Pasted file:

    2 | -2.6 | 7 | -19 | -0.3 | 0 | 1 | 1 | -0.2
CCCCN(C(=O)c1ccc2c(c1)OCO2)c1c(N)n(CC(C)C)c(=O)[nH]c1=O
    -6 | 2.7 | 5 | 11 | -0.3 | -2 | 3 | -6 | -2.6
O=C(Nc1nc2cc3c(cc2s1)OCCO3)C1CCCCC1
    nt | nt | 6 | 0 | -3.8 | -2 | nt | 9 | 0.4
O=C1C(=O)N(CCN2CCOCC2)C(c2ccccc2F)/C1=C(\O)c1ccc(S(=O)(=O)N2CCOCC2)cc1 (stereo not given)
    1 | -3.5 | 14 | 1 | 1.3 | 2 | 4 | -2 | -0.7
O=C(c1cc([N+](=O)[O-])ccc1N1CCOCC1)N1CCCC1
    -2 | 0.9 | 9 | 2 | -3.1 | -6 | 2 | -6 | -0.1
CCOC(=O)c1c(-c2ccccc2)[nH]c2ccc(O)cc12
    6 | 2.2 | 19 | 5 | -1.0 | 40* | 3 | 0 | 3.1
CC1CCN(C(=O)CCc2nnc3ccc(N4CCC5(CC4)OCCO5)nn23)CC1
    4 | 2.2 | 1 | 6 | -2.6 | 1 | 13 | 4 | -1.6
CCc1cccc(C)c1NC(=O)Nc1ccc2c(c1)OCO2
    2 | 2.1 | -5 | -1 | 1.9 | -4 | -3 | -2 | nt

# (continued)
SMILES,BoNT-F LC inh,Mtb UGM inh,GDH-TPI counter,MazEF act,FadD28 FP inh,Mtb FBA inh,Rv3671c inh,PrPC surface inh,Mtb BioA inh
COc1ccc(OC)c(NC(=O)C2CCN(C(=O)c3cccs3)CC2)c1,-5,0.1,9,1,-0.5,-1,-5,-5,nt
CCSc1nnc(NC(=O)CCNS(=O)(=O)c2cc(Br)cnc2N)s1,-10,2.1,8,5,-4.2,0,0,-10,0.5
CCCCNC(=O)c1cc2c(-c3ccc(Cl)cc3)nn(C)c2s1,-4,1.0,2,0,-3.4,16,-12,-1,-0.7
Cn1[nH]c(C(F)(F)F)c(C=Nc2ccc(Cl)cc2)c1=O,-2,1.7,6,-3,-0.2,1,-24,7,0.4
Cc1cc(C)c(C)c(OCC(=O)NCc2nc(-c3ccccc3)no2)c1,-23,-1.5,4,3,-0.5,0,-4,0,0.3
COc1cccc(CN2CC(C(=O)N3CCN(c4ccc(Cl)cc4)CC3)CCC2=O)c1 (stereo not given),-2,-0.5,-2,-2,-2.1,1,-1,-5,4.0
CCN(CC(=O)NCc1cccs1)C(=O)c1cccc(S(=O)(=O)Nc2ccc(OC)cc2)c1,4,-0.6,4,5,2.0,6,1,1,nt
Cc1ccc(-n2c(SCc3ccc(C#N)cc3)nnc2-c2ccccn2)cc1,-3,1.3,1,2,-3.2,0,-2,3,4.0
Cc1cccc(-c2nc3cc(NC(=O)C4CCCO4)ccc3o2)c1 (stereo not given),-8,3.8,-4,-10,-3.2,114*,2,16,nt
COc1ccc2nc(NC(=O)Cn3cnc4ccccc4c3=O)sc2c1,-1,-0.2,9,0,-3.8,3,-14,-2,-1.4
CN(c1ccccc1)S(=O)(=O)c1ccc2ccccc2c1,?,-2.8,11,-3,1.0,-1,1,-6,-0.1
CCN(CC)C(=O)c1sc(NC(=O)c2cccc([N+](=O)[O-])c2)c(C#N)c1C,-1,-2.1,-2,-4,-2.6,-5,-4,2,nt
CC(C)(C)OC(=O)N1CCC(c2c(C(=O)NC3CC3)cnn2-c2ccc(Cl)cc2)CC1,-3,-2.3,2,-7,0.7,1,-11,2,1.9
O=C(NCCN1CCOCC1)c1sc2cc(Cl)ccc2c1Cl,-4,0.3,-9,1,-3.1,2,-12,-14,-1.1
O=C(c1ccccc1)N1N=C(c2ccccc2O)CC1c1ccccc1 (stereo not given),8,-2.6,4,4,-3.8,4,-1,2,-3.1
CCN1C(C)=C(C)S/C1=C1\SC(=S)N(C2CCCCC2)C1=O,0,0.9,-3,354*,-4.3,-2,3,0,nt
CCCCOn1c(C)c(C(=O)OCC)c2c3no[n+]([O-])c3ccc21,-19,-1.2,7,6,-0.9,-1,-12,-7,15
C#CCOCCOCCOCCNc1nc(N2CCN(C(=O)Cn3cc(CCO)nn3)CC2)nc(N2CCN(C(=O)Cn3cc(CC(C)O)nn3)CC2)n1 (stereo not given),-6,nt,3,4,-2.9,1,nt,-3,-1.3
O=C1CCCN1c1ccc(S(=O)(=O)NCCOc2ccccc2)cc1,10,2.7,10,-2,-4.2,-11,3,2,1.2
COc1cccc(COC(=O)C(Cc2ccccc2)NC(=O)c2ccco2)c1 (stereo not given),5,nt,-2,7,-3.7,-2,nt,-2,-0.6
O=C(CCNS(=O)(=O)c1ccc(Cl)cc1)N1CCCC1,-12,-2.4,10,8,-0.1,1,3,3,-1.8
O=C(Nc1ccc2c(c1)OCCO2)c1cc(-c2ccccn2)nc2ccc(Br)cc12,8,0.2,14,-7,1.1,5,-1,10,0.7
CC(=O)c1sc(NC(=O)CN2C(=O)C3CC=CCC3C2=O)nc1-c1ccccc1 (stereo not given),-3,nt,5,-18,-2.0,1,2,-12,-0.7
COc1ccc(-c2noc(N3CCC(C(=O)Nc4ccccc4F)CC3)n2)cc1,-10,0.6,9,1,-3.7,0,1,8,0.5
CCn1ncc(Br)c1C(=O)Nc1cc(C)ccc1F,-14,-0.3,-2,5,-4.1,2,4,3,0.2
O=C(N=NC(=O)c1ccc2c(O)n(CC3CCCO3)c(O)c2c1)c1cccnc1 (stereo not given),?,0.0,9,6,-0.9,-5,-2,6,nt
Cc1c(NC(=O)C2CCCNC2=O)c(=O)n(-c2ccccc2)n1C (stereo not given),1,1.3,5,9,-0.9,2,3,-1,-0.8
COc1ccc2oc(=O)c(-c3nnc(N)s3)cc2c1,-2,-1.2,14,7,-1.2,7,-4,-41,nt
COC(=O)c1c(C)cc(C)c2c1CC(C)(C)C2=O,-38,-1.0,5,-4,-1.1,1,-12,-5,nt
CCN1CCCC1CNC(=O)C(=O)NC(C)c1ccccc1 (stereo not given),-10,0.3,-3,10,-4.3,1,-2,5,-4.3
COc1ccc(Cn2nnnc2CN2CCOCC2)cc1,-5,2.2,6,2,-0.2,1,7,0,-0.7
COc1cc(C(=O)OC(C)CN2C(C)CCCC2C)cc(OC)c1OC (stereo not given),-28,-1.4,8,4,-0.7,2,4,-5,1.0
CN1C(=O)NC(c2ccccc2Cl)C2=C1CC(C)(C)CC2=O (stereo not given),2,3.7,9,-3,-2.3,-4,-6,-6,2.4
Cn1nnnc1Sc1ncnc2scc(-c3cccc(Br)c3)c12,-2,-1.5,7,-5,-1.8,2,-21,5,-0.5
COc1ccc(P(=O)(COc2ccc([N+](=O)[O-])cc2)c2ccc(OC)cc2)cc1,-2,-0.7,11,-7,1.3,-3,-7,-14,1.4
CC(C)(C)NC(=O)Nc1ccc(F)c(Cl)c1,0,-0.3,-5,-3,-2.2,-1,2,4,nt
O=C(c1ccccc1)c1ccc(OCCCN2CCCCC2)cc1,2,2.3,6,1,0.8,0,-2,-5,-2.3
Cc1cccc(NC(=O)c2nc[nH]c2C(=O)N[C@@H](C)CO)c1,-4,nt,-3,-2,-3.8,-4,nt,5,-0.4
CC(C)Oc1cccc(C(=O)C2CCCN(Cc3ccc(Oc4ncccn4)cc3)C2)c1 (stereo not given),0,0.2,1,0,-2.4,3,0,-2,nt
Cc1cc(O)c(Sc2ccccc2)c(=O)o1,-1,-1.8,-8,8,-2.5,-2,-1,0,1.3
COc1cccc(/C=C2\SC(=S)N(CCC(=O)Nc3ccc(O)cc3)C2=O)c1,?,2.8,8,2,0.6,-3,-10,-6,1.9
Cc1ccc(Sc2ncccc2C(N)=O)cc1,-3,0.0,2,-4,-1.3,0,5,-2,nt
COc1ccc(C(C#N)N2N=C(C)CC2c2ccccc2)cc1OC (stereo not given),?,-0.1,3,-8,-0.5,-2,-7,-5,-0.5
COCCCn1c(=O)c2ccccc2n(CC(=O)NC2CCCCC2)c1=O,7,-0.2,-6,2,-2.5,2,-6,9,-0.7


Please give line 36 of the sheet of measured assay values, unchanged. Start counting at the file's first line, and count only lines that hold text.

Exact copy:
O=C1CCCN1c1ccc(S(=O)(=O)NCCOc2ccccc2)cc1,10,2.7,10,-2,-4.2,-11,3,2,1.2